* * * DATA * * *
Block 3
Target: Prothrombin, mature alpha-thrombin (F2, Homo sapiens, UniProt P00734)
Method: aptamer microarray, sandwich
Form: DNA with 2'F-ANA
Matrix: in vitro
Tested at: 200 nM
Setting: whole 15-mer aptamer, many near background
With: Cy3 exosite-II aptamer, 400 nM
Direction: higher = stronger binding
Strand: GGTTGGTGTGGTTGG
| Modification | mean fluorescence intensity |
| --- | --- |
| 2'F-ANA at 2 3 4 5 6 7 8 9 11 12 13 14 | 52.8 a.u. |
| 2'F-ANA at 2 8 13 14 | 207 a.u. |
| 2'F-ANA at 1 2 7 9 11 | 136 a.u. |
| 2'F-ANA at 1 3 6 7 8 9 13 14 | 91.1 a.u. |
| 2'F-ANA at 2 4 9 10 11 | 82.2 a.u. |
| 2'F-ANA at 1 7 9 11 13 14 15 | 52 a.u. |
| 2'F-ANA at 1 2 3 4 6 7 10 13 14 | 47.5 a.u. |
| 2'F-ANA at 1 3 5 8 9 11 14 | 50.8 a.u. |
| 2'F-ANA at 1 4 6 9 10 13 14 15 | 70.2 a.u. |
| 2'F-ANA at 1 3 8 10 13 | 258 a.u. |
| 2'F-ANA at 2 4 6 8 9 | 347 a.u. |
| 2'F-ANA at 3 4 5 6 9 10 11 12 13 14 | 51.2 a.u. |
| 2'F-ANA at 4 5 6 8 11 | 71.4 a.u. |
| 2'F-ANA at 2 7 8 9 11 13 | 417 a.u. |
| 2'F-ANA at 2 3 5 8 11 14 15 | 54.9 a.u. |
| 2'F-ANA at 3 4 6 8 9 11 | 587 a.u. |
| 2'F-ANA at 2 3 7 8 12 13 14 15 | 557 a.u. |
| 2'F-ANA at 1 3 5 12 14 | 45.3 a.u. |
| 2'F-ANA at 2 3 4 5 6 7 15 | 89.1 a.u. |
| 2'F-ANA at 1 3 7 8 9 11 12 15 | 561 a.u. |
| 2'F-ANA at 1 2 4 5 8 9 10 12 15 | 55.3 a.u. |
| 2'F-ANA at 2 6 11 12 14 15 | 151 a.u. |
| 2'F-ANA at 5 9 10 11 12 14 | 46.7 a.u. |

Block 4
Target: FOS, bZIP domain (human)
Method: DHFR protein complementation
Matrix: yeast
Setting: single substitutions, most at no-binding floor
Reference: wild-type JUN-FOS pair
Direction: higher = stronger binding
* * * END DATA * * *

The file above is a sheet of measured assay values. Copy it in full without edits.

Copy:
Block 3
Target: Prothrombin, mature alpha-thrombin (F2, Homo sapiens, UniProt P00734)
Method: aptamer microarray, sandwich
Form: DNA with 2'F-ANA
Matrix: in vitro
Tested at: 200 nM
Setting: whole 15-mer aptamer, many near background
With: Cy3 exosite-II aptamer, 400 nM
Direction: higher = stronger binding
Strand: GGTTGGTGTGGTTGG
| Modification | mean fluorescence intensity |
| --- | --- |
| 2'F-ANA at 2 3 4 5 6 7 8 9 11 12 13 14 | 52.8 a.u. |
| 2'F-ANA at 2 8 13 14 | 207 a.u. |
| 2'F-ANA at 1 2 7 9 11 | 136 a.u. |
| 2'F-ANA at 1 3 6 7 8 9 13 14 | 91.1 a.u. |
| 2'F-ANA at 2 4 9 10 11 | 82.2 a.u. |
| 2'F-ANA at 1 7 9 11 13 14 15 | 52 a.u. |
| 2'F-ANA at 1 2 3 4 6 7 10 13 14 | 47.5 a.u. |
| 2'F-ANA at 1 3 5 8 9 11 14 | 50.8 a.u. |
| 2'F-ANA at 1 4 6 9 10 13 14 15 | 70.2 a.u. |
| 2'F-ANA at 1 3 8 10 13 | 258 a.u. |
| 2'F-ANA at 2 4 6 8 9 | 347 a.u. |
| 2'F-ANA at 3 4 5 6 9 10 11 12 13 14 | 51.2 a.u. |
| 2'F-ANA at 4 5 6 8 11 | 71.4 a.u. |
| 2'F-ANA at 2 7 8 9 11 13 | 417 a.u. |
| 2'F-ANA at 2 3 5 8 11 14 15 | 54.9 a.u. |
| 2'F-ANA at 3 4 6 8 9 11 | 587 a.u. |
| 2'F-ANA at 2 3 7 8 12 13 14 15 | 557 a.u. |
| 2'F-ANA at 1 3 5 12 14 | 45.3 a.u. |
| 2'F-ANA at 2 3 4 5 6 7 15 | 89.1 a.u. |
| 2'F-ANA at 1 3 7 8 9 11 12 15 | 561 a.u. |
| 2'F-ANA at 1 2 4 5 8 9 10 12 15 | 55.3 a.u. |
| 2'F-ANA at 2 6 11 12 14 15 | 151 a.u. |
| 2'F-ANA at 5 9 10 11 12 14 | 46.7 a.u. |

Block 4
Target: FOS, bZIP domain (human)
Method: DHFR protein complementation
Matrix: yeast
Setting: single substitutions, most at no-binding floor
Reference: wild-type JUN-FOS pair
Direction: higher = stronger binding